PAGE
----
Contact federal agency to spur Everglades cleanup

May 11, 2014 

Everglades Restoration

Clouds loom over a stretch of South Florida's Everglades. The U.S. Army Corps of Engineers failed to take a crucial step in the $1.9 billion plan to restore the central Everglades, a decision environmentalists say all but kills the project for years. AP Photo/J. PAT CARTER, FILE


Where's the outrage?

For decades, the Everglades struggled and declined, becoming parched as their inches-deep water flow was diverted to create dry land and fill spigots of lower east coast developments that followed.

Then, when rainy season dumped more water into Lake Okeechobee (source for Everglades hydration) than it could handle -- amazing! This water was funneled into the Glades!

Not fresh rain water, but polluted lake water, by then containing fertilizer runoff from sugar cane fields and overland flow from cattle pastures.

It poisoned a lot of natural resources, changed the Glades' normal alkalinity level, and caused all sorts of trouble.

After this debacle, the polluted flood was re-directed east and west. A slimy estuary and lagoon, dying plants and shellfish, red tide and dead fin-fish resulted. Few people smiled.

So, for a dozen-plus years, interested parties -- private, nonprofit and government -- worked together to come up with various actions to combat the problems. I personally took part in one public workshop.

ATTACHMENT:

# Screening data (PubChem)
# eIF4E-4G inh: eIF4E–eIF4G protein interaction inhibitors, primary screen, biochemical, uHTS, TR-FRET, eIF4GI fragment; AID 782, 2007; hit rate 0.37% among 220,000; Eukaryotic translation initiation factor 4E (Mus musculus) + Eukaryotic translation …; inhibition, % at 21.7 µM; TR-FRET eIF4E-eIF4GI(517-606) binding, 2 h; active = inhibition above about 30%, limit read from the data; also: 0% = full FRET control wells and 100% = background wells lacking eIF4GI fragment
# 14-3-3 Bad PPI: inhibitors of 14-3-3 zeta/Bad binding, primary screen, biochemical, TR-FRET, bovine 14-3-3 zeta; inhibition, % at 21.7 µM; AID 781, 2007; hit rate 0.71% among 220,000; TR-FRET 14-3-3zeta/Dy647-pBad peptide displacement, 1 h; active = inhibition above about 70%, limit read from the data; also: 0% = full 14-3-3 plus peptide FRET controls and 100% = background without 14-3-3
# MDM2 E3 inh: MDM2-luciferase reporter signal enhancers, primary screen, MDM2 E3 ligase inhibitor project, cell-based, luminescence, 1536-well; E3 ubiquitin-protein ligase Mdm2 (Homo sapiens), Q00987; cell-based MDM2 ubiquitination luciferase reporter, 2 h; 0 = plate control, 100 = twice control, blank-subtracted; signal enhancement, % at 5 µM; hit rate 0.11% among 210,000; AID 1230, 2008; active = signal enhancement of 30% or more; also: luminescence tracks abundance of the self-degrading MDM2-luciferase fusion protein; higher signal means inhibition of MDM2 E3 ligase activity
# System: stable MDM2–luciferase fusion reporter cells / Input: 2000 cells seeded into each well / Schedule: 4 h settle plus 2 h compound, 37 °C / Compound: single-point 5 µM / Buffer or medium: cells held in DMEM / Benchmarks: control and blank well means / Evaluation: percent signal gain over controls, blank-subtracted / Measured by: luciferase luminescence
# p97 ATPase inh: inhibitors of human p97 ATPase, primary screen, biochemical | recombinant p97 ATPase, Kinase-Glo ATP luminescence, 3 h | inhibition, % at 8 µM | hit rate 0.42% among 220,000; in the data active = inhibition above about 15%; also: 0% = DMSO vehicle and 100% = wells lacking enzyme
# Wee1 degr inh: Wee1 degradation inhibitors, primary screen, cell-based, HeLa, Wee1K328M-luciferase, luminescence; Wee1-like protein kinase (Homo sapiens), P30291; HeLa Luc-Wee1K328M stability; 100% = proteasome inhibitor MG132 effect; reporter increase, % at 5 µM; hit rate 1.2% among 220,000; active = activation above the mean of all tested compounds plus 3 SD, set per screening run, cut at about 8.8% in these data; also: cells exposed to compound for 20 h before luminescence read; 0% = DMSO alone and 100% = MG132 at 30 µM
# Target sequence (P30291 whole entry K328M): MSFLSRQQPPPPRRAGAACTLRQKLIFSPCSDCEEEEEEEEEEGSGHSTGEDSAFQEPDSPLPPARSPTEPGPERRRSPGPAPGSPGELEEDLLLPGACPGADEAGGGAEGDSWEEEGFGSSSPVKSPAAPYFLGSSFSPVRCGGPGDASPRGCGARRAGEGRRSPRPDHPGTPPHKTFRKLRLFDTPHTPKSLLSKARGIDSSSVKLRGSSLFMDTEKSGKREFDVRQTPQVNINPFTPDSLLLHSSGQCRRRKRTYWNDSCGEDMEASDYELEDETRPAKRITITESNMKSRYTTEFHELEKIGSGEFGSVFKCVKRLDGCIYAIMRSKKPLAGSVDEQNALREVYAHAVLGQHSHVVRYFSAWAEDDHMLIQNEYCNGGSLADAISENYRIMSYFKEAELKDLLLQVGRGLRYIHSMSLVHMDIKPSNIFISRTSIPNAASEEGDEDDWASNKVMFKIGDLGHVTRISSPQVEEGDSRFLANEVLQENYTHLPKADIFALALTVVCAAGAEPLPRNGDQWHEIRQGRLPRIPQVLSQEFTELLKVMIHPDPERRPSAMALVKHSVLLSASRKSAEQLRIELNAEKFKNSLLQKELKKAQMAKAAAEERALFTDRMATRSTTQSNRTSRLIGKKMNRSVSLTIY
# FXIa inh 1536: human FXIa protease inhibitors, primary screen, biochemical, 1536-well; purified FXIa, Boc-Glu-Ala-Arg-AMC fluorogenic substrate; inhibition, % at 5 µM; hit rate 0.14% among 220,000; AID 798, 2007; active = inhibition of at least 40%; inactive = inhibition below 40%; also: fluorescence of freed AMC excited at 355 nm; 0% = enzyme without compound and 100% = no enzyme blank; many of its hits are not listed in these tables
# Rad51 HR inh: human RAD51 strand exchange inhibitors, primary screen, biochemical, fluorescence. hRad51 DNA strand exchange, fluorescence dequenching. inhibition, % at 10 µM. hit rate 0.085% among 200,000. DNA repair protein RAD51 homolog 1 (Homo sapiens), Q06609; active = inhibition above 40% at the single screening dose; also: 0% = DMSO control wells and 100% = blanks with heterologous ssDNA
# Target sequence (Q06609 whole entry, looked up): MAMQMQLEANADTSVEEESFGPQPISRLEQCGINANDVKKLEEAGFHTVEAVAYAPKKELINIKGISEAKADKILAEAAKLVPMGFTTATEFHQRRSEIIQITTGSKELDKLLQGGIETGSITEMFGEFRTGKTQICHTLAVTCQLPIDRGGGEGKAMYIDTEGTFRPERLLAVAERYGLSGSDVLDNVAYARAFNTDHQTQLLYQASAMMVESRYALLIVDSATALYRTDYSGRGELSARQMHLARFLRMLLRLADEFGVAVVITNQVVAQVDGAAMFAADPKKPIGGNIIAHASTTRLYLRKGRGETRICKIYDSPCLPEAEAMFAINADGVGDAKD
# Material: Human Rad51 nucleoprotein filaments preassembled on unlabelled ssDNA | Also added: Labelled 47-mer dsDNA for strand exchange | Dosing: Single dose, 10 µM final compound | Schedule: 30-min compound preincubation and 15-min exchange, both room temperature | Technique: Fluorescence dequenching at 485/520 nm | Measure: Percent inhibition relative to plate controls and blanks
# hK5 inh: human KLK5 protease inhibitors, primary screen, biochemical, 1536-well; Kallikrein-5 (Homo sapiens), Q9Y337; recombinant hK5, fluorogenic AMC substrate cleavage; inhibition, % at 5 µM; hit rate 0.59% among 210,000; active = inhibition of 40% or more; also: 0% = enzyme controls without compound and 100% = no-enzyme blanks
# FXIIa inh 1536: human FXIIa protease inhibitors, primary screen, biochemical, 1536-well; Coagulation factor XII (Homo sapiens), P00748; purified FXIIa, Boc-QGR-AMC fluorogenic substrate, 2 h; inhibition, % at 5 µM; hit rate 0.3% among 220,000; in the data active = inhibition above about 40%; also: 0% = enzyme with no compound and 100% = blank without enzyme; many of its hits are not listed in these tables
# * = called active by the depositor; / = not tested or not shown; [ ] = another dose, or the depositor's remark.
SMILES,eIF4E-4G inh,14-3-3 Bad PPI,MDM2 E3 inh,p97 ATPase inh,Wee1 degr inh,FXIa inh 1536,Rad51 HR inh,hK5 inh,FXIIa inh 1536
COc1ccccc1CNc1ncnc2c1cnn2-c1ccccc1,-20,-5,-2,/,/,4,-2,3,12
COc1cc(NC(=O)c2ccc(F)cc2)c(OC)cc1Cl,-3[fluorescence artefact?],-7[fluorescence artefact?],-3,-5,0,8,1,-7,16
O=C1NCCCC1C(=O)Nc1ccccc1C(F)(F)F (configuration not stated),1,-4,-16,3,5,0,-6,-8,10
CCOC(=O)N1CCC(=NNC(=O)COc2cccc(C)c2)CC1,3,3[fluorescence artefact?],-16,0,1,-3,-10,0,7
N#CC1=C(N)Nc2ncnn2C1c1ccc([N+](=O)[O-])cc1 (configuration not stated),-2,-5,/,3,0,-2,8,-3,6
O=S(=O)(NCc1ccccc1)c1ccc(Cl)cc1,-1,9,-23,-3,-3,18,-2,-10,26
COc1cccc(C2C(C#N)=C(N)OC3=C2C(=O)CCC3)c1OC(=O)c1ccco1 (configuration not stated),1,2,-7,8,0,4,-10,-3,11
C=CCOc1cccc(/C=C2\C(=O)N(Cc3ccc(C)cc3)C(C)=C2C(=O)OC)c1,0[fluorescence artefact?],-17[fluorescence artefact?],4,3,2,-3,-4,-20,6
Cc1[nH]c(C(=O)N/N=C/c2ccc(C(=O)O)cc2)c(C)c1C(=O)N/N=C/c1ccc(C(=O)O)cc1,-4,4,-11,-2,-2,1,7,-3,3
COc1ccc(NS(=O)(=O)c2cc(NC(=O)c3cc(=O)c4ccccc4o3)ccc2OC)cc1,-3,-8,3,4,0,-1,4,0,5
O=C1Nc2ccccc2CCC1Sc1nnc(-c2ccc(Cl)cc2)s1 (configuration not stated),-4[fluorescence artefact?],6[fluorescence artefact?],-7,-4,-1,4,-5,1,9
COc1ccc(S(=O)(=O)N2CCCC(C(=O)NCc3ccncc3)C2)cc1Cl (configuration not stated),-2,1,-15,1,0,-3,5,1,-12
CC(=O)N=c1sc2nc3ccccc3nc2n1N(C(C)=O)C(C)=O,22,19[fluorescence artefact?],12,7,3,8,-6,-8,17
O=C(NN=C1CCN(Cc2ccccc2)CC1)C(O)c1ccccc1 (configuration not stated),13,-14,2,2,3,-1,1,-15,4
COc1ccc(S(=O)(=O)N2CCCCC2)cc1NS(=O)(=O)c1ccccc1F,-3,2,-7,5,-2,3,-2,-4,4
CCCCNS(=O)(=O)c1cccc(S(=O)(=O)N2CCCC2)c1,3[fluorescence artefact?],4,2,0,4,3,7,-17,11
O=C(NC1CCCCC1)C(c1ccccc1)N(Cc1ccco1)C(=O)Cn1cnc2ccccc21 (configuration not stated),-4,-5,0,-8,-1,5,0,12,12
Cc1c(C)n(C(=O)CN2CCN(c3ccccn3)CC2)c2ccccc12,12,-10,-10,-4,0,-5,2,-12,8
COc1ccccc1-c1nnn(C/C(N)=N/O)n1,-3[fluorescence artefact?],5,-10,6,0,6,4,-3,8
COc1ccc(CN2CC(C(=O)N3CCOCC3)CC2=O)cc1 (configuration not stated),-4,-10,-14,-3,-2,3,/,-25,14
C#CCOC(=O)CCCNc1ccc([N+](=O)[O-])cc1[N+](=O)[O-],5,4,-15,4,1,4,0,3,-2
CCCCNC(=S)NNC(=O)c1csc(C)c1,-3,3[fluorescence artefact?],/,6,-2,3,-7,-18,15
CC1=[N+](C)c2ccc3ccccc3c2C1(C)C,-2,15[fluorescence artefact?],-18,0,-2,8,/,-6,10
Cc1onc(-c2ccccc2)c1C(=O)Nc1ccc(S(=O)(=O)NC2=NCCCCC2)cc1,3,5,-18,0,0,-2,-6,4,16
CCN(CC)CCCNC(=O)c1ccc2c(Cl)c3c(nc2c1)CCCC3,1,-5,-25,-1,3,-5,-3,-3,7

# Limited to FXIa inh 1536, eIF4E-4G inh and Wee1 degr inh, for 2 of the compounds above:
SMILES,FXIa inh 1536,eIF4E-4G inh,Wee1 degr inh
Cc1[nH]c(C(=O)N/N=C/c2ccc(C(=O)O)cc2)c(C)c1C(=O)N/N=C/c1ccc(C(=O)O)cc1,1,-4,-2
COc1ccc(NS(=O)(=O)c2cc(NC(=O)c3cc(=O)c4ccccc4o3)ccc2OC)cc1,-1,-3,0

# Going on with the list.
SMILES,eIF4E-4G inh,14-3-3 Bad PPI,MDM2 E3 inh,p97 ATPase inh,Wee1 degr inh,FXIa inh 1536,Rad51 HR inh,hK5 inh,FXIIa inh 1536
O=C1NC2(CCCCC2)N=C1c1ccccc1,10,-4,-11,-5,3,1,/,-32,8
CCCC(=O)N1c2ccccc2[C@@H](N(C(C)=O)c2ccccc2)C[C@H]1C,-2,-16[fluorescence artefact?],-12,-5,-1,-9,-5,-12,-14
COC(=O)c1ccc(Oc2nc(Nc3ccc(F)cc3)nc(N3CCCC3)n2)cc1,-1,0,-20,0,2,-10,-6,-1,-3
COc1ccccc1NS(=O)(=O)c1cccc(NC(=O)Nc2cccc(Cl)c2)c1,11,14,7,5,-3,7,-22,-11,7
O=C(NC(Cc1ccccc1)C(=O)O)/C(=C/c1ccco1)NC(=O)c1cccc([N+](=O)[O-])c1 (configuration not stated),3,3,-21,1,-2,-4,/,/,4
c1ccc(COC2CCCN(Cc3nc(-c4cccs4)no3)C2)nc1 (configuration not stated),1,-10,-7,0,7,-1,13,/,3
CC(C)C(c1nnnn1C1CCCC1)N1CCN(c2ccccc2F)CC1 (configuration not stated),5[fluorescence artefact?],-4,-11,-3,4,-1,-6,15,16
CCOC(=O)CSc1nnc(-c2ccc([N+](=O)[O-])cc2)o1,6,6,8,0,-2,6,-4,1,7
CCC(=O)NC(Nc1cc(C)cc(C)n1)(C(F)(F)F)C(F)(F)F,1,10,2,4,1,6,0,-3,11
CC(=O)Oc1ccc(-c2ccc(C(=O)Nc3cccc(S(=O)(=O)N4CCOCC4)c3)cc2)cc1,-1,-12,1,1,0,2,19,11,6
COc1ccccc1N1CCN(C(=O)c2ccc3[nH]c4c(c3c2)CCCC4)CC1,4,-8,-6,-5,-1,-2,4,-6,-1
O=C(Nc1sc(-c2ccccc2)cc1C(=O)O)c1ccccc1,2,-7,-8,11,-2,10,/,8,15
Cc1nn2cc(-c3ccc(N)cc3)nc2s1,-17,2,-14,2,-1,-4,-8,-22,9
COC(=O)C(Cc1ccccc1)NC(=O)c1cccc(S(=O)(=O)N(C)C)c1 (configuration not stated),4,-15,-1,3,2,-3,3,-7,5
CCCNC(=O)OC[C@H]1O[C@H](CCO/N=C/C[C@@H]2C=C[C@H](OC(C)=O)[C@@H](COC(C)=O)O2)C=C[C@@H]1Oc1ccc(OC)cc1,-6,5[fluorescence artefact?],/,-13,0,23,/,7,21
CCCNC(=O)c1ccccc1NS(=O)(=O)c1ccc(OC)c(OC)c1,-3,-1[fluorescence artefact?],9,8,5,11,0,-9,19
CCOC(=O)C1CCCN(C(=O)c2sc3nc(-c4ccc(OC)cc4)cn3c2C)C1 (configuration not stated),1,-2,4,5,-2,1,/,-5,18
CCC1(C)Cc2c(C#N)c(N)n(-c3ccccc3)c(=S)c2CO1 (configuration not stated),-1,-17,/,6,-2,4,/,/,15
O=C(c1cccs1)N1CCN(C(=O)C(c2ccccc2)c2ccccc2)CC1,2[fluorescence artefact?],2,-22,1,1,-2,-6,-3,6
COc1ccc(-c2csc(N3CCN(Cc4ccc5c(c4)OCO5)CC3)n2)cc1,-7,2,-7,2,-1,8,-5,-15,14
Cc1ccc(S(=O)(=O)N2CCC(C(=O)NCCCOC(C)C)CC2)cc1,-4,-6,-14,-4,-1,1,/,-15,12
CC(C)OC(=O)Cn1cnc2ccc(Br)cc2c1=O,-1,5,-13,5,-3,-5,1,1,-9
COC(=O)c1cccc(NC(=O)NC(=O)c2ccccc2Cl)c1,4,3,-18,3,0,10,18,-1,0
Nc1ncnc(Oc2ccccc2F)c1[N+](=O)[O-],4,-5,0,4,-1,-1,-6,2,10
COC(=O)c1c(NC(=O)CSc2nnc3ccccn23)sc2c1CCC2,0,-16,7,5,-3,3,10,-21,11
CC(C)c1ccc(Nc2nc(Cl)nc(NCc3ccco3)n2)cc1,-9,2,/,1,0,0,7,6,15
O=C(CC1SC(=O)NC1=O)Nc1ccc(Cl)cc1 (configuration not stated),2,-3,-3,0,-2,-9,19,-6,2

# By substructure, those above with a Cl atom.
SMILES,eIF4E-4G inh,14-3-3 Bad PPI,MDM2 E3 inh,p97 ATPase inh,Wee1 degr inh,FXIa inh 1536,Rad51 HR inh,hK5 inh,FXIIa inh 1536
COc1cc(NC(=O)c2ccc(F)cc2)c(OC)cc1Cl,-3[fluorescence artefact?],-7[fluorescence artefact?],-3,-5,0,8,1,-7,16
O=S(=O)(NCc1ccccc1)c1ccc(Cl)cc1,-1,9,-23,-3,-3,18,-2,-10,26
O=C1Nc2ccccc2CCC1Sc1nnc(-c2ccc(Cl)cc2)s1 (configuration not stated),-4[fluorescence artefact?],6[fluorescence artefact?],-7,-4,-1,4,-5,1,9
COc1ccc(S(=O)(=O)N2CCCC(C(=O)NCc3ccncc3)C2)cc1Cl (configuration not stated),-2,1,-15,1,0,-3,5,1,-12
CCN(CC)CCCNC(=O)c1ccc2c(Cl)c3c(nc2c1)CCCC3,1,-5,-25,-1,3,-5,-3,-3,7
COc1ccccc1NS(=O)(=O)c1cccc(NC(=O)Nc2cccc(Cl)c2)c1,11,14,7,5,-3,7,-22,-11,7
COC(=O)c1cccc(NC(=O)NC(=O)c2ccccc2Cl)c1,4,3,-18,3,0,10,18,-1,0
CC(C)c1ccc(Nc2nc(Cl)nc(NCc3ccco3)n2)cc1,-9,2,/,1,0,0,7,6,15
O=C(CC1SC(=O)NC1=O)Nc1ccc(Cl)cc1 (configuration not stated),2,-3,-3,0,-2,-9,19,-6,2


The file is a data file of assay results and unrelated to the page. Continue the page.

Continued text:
Finally everyone agreed. A bill covering water resource appropriation is now pending in Congress. This doesn't happen every year; $1.9 billion could be provided.

Suddenly, after all this, an Army Corps of Engineers review board has balked, apparently at some wording! No big deal, they imply. They'll just slog along some more.

Well, move it! Otherwise we'll likely be too late. Congress recesses at least a week in July, all of August, and members won't stay around long thereafter. The campaign trail lies ahead. This Congress will quickly become history.

Corps, work double-time. Water management district, if your wording caused a problem, work it out. Delay is intolerable.

Readers, call President Obama's comment line 202-456-1111 and ask that he direct the Corps to finalize the "Central Everglades Planning Project," fast.

Arlene Flisik


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